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Nearly two years after being fined $2.3 Million for selling toys with hazardous levels of lead, Matter and its Fisher-Price subsidiary agreed to pay the civil penalty.

In 2007, toy giant Mattel recalled nearly a million of its toys due to dangerous lead paint. The 967,000 recalled toys were made by a manufacturer in China. Mattel reported that it kept two-thirds of the 967,000 toys from reaching consumers, but that still left 300,000 toys that made it into the hands of unsuspecting children. Some of the lead-laced toys included the popular Elmo and Dora the Explorer toys.

Prior to this incident, Mattel had a reputation for upholding their safety obligations to consumers. In fact, the CPSC applauded Mattel back in July 2006 for being one of the few companies to maintain their responsibility, while other companies such as RC2, the maker of Thomas the Tank Engine toys, had to recall 1.5 million toys for lead paint.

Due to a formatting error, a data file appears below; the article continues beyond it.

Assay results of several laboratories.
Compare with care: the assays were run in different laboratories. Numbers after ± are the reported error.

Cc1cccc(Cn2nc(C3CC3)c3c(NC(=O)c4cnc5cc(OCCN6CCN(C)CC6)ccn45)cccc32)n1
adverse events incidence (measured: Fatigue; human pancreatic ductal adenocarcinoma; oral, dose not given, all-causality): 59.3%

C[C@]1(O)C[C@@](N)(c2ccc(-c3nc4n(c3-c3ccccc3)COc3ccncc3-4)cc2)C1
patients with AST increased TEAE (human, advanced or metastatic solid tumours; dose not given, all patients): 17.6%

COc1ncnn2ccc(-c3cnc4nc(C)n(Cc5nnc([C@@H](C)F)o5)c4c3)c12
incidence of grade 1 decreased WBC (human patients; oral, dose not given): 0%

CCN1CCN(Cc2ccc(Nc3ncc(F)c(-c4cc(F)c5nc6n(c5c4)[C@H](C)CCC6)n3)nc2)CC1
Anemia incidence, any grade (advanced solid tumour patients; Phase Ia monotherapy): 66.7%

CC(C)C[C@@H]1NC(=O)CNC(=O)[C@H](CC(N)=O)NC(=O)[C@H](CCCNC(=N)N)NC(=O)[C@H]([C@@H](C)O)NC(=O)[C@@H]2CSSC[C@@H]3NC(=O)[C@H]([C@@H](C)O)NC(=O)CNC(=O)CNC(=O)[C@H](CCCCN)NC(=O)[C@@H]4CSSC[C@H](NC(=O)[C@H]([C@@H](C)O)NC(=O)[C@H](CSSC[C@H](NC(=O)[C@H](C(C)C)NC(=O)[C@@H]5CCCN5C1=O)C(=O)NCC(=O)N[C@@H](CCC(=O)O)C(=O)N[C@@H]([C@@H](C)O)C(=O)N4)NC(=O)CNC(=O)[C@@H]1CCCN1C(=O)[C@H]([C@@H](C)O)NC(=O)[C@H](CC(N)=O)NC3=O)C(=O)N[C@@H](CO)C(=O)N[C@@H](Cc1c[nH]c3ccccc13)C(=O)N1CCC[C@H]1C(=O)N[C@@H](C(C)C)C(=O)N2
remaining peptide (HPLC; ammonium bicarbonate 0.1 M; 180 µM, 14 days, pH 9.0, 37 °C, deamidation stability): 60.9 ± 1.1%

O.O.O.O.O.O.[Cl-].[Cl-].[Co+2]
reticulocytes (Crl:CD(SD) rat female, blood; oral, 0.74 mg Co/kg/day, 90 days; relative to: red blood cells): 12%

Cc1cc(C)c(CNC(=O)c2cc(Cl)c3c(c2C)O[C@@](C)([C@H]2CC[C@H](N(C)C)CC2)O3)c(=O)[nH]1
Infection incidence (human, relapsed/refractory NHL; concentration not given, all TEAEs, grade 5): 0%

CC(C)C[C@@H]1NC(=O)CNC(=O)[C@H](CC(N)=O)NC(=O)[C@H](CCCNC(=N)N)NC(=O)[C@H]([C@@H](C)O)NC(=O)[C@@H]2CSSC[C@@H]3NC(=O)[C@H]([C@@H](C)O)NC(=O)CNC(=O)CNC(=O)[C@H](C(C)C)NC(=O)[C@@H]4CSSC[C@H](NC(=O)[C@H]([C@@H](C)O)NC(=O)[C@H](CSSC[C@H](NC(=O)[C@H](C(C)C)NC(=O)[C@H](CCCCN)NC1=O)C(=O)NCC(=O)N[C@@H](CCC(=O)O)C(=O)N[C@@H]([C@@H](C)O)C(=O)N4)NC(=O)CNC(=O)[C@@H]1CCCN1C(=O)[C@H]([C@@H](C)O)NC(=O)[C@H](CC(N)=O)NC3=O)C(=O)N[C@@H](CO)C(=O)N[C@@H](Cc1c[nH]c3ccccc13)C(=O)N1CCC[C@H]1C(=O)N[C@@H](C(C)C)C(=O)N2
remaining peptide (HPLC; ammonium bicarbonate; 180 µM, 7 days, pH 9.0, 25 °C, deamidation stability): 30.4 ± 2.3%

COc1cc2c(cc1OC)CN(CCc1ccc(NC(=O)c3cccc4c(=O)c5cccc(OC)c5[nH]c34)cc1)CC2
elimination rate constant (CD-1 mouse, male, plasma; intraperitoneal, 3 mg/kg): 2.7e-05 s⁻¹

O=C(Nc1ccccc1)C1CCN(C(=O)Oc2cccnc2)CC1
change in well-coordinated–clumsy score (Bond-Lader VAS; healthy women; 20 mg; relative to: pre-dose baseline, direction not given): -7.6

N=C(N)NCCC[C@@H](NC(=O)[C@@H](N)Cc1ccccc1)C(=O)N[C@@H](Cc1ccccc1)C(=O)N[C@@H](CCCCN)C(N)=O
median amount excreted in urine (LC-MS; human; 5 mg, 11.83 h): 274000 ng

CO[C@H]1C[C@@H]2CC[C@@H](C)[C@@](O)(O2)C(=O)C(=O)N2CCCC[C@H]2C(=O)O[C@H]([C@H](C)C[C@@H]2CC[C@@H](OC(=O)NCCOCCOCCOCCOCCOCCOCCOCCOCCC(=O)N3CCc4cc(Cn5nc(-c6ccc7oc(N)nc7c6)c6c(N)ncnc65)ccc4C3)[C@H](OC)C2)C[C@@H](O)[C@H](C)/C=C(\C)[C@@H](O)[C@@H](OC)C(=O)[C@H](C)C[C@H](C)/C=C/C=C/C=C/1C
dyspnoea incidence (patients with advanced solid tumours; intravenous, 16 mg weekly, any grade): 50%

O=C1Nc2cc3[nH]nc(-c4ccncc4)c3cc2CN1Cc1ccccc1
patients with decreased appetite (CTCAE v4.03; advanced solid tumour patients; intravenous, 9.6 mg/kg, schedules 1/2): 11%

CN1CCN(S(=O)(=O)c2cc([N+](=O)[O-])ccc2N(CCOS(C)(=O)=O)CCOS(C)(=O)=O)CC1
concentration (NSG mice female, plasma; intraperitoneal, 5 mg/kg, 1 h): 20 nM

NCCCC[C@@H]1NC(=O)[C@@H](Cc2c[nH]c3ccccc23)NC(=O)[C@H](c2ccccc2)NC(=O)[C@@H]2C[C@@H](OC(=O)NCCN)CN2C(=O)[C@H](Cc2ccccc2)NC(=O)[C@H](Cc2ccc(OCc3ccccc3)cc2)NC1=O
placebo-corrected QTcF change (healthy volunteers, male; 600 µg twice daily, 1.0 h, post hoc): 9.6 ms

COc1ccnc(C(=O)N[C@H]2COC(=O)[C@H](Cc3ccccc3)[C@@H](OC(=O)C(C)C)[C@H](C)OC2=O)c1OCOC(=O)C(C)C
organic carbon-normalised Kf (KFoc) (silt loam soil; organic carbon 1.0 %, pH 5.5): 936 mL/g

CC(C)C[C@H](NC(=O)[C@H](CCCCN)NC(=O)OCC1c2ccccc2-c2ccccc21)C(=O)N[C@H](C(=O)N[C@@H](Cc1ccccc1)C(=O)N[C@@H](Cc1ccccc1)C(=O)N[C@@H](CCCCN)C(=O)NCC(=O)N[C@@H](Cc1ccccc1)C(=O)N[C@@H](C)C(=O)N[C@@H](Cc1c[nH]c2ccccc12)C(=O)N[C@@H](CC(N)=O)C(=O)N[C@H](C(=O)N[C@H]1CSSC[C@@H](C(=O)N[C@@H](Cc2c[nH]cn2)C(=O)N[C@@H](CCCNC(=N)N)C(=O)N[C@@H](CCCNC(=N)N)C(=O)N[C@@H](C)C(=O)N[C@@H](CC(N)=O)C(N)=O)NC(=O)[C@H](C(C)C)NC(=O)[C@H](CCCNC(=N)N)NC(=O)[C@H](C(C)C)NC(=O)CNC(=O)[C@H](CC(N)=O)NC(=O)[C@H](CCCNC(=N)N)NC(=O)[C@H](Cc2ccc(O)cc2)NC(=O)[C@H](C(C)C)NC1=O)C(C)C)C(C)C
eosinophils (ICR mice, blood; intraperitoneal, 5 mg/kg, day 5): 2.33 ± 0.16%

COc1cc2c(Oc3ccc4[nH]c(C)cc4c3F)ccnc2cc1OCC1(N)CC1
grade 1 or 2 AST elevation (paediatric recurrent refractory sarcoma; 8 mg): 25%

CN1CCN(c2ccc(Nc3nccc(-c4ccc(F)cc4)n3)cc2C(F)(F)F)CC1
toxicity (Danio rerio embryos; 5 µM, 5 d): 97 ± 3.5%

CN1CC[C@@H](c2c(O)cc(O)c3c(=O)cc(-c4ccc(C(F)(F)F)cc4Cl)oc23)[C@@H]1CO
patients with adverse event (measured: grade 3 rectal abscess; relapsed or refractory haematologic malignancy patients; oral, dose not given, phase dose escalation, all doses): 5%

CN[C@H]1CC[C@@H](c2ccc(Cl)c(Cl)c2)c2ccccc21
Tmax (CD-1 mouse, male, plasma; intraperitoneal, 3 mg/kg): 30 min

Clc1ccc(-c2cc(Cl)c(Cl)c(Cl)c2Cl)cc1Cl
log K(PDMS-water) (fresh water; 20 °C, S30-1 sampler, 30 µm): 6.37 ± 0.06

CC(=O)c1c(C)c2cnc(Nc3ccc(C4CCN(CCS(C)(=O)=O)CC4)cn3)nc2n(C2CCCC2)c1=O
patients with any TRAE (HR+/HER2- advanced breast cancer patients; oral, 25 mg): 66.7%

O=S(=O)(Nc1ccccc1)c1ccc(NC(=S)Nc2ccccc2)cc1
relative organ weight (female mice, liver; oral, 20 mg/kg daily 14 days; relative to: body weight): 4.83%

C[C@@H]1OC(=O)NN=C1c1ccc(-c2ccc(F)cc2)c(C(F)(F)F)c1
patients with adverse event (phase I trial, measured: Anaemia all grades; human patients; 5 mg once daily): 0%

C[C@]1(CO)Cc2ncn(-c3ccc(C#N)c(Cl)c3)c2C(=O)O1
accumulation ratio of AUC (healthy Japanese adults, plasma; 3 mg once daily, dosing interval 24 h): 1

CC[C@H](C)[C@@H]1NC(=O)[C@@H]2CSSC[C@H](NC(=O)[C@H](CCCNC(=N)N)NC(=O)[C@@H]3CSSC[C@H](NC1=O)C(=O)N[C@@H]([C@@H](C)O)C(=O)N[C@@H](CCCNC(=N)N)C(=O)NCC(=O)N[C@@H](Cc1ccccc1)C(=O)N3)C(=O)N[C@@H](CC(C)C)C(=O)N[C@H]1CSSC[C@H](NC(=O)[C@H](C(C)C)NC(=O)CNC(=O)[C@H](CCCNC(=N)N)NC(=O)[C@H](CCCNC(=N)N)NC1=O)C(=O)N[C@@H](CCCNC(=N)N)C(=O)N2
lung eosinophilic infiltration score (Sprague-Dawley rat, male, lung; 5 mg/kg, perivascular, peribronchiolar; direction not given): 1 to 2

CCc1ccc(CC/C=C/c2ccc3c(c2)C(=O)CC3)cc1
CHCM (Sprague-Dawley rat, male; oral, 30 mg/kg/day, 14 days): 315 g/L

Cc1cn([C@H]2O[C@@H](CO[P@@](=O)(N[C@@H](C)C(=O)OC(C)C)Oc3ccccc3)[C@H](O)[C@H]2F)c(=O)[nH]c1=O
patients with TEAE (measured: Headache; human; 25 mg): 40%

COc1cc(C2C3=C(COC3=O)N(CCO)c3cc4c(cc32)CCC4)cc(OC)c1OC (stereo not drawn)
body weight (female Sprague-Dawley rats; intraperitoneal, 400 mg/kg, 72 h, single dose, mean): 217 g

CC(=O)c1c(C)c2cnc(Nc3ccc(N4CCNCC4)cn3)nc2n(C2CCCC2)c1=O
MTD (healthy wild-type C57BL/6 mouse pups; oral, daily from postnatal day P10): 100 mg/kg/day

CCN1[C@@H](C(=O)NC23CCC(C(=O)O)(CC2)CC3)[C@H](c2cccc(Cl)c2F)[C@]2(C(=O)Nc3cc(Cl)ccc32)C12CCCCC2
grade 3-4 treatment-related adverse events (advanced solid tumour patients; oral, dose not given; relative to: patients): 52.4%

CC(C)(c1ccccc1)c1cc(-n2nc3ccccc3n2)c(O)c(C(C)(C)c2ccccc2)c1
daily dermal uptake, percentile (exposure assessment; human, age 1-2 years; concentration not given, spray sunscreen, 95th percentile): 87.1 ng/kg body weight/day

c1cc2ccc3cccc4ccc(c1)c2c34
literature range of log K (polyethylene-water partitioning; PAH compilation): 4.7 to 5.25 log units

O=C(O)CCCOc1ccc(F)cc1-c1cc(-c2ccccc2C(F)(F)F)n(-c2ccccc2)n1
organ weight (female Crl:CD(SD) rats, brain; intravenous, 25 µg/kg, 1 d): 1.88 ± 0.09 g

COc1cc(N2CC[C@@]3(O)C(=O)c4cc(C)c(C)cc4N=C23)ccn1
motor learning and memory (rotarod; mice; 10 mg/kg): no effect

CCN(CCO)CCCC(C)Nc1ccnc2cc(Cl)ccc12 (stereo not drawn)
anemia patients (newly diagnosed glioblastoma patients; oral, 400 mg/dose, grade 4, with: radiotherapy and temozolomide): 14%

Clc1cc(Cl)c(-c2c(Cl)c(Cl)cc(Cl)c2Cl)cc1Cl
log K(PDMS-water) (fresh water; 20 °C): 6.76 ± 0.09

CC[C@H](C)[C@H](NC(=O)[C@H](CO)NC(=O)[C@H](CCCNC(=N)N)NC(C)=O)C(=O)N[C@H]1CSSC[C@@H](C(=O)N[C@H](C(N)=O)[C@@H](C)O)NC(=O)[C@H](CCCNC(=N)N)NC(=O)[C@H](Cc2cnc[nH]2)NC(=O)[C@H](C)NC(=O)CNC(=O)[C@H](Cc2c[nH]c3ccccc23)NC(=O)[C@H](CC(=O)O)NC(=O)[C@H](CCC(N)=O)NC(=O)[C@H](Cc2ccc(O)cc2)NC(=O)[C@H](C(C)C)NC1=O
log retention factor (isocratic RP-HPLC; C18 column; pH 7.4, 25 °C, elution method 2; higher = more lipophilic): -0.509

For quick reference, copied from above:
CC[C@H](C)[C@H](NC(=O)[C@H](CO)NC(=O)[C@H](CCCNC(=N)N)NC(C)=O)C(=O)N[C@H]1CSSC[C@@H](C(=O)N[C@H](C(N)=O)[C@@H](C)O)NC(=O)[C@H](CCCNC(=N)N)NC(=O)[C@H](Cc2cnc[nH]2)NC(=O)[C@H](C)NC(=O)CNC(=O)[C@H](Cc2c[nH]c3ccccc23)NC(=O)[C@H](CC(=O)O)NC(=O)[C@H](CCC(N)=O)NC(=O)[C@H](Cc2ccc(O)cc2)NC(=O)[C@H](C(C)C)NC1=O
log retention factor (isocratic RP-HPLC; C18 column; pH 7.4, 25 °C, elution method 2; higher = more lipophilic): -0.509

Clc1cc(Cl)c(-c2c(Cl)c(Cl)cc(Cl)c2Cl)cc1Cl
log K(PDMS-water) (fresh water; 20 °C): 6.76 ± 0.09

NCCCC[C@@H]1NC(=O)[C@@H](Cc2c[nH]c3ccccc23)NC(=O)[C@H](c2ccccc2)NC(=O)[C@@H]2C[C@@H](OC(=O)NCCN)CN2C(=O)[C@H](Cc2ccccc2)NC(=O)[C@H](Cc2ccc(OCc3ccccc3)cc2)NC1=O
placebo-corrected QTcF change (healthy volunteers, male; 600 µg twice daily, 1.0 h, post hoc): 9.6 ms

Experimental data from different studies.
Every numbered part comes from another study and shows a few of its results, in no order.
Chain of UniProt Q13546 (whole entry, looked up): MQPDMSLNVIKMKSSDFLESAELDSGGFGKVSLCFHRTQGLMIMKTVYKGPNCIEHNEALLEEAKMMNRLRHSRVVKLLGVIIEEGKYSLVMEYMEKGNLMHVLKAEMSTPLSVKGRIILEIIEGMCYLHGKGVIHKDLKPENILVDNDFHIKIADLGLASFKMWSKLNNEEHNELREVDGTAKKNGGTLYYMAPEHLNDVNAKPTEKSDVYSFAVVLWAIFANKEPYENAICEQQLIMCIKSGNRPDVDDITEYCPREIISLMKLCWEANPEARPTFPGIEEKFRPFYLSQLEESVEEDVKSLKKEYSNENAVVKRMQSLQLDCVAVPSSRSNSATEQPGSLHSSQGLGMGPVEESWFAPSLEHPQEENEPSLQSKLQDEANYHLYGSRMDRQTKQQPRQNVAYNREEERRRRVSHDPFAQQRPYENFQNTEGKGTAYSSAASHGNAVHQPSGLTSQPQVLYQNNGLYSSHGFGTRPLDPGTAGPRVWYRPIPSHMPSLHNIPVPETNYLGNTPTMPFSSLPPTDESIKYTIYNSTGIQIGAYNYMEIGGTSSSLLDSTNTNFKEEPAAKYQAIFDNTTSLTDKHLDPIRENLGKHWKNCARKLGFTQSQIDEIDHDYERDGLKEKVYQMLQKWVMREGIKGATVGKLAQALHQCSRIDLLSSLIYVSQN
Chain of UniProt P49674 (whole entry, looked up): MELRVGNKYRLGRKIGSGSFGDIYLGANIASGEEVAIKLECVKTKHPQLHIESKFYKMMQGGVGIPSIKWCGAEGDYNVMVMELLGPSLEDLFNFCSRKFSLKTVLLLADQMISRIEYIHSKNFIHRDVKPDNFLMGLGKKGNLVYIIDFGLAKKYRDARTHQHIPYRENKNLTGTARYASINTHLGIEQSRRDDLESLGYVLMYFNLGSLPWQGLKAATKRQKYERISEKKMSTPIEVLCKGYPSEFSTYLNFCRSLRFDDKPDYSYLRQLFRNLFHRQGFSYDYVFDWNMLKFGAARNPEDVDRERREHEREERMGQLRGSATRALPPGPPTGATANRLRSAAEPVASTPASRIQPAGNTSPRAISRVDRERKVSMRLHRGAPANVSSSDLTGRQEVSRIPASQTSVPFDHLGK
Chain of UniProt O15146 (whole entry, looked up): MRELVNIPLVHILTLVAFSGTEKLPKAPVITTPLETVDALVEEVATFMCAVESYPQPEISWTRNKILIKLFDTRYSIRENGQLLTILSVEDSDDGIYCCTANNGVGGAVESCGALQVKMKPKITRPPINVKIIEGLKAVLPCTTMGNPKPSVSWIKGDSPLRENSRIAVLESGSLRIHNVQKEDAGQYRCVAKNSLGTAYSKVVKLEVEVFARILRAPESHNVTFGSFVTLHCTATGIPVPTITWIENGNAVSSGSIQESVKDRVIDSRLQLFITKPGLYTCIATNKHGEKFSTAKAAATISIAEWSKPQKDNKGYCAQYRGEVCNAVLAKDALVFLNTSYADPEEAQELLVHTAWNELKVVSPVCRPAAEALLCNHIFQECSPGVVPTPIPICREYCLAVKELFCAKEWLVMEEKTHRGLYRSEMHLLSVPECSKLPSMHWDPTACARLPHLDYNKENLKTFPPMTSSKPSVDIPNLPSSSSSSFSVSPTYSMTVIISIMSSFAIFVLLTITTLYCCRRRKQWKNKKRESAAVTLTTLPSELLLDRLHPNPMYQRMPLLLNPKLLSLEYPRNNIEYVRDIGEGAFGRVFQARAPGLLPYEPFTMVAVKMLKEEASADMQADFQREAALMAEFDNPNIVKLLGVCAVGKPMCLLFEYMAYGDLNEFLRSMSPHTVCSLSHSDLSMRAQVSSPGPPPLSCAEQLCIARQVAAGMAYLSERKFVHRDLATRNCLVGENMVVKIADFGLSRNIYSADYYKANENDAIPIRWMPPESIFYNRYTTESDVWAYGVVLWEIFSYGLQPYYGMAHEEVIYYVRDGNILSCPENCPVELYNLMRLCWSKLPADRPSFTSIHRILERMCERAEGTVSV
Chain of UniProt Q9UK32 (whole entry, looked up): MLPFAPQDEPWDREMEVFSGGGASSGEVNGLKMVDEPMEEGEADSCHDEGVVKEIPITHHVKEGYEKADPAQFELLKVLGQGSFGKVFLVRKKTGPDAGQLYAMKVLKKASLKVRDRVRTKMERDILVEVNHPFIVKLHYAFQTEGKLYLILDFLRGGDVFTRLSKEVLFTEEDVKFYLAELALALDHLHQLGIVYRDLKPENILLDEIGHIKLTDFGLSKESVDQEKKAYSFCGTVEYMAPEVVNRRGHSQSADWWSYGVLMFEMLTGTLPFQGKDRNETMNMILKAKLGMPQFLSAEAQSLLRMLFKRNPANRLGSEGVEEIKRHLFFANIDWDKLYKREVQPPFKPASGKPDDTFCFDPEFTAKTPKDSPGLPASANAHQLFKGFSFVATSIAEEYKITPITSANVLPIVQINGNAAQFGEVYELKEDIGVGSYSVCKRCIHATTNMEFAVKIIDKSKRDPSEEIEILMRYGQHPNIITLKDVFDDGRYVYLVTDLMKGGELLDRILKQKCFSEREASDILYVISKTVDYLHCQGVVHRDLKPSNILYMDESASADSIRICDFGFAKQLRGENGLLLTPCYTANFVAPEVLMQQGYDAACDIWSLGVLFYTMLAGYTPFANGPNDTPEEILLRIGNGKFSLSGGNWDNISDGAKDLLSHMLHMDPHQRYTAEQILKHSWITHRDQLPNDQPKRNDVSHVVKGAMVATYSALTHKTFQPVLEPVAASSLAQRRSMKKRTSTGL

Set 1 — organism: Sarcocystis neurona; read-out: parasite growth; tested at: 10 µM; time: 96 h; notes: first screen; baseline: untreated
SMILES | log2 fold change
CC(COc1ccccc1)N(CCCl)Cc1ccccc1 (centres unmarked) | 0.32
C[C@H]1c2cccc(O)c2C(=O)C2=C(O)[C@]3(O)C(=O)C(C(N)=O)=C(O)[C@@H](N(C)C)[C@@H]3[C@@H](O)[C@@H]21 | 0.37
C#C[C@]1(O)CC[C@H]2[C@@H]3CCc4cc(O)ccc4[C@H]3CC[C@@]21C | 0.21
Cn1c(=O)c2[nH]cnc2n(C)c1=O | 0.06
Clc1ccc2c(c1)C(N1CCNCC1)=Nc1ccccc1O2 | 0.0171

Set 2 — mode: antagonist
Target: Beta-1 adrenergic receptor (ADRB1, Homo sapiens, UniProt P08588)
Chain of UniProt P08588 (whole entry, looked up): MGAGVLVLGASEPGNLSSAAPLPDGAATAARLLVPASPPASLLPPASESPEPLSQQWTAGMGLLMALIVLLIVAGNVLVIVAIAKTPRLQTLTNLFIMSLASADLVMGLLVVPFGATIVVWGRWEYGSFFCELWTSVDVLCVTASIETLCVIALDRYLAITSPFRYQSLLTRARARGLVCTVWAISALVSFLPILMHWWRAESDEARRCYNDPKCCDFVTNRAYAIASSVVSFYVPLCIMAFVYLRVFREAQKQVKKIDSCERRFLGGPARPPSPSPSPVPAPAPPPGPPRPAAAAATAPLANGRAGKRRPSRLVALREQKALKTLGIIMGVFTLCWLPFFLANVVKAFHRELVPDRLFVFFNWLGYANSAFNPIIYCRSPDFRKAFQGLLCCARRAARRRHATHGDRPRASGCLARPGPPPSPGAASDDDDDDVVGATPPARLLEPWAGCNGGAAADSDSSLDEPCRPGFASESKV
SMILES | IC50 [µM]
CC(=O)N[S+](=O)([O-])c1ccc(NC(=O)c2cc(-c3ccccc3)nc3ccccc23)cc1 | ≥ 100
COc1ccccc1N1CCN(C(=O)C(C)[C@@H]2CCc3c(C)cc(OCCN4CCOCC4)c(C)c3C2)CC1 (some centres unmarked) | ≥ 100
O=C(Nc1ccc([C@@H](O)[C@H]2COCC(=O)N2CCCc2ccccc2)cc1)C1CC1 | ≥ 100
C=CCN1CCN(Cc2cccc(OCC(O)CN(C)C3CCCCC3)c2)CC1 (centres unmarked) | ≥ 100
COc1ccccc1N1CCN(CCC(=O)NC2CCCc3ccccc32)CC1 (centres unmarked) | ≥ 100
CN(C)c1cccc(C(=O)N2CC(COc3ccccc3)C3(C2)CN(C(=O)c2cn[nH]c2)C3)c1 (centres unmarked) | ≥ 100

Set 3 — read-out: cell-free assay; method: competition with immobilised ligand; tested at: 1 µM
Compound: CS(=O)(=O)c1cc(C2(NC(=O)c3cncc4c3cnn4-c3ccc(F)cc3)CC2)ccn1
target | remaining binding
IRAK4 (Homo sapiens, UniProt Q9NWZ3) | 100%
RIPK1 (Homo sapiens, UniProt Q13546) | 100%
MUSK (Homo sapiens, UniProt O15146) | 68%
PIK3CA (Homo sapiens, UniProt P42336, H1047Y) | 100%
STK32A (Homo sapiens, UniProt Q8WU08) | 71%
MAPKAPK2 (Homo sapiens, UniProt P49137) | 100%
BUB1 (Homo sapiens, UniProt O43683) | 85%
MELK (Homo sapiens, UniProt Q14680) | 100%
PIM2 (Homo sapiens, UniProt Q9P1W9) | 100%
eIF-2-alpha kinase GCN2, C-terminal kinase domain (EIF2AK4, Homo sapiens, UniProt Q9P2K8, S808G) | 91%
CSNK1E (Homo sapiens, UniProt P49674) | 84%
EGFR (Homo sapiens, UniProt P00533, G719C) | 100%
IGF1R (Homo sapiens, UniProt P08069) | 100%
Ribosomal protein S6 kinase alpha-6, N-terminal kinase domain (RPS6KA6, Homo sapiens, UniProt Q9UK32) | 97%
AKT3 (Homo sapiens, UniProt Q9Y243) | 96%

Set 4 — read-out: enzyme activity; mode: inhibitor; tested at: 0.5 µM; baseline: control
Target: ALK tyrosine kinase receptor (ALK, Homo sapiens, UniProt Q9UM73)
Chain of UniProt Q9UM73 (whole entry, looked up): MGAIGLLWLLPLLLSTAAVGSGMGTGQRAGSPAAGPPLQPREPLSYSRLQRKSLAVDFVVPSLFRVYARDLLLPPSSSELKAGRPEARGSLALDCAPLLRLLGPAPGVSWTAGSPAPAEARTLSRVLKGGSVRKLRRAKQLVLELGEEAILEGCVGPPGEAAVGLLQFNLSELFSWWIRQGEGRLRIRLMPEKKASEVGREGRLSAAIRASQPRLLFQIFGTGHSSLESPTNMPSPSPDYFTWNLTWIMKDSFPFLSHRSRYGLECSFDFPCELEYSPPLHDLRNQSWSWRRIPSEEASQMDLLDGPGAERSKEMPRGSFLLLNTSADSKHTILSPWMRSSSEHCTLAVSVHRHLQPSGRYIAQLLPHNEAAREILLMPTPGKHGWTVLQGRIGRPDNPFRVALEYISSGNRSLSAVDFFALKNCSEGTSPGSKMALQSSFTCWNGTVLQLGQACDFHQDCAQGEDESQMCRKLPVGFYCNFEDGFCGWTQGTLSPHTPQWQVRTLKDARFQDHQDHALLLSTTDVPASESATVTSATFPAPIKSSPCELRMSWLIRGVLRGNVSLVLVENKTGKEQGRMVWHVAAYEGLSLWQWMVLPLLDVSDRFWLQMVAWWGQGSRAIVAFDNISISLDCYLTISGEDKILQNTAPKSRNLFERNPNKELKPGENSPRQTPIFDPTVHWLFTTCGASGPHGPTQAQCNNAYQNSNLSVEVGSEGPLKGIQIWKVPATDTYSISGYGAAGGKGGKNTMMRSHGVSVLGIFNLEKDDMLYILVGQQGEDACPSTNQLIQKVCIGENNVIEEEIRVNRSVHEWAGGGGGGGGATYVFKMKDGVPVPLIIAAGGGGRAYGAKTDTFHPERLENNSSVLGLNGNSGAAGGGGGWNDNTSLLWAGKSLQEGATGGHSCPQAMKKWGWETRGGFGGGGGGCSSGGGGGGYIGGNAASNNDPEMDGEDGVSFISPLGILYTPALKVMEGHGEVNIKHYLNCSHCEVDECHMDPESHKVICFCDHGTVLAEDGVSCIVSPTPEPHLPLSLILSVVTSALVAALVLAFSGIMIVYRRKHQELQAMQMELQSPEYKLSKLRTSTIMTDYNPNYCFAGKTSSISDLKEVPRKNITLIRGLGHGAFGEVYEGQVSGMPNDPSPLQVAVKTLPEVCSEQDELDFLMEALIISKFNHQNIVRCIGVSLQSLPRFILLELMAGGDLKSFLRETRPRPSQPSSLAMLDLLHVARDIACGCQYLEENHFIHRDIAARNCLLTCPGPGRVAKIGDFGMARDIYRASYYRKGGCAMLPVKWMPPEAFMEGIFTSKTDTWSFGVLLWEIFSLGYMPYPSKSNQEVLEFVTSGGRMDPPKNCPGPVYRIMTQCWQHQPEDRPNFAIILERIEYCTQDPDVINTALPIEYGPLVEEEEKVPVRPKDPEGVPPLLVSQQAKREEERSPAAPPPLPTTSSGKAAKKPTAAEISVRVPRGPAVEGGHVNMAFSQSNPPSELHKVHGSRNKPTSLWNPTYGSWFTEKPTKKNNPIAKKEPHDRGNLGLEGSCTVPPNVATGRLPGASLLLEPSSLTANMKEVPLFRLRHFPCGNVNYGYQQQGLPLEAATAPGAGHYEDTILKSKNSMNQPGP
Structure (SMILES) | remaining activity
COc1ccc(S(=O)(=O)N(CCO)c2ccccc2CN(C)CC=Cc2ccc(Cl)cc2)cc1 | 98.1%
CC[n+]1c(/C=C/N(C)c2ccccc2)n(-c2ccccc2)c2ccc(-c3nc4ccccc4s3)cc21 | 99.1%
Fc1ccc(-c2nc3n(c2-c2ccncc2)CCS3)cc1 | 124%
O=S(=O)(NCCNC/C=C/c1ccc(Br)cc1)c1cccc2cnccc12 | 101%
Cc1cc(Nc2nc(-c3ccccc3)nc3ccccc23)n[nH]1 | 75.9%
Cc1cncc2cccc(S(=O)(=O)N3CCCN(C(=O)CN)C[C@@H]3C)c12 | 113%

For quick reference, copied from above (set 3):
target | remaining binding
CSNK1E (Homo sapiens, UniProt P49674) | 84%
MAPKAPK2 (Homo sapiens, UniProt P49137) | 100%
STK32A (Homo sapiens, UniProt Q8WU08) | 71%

A European retailer of Mattel’s toys first discovered lead on some products. Mattel reportedly stopped production at the factory that produced those toys to conduct a further investigation. Two years later, Mattel’s agreement to pay the fine demonstrates an important step in acknowledging that it placed consumers and children in danger.

One Comment

  1. Gravatar for Mike Bryant
    Mike Bryant

    Good for them, it's so important to consumers that these companies take corporate responsibility seriously. Great post.

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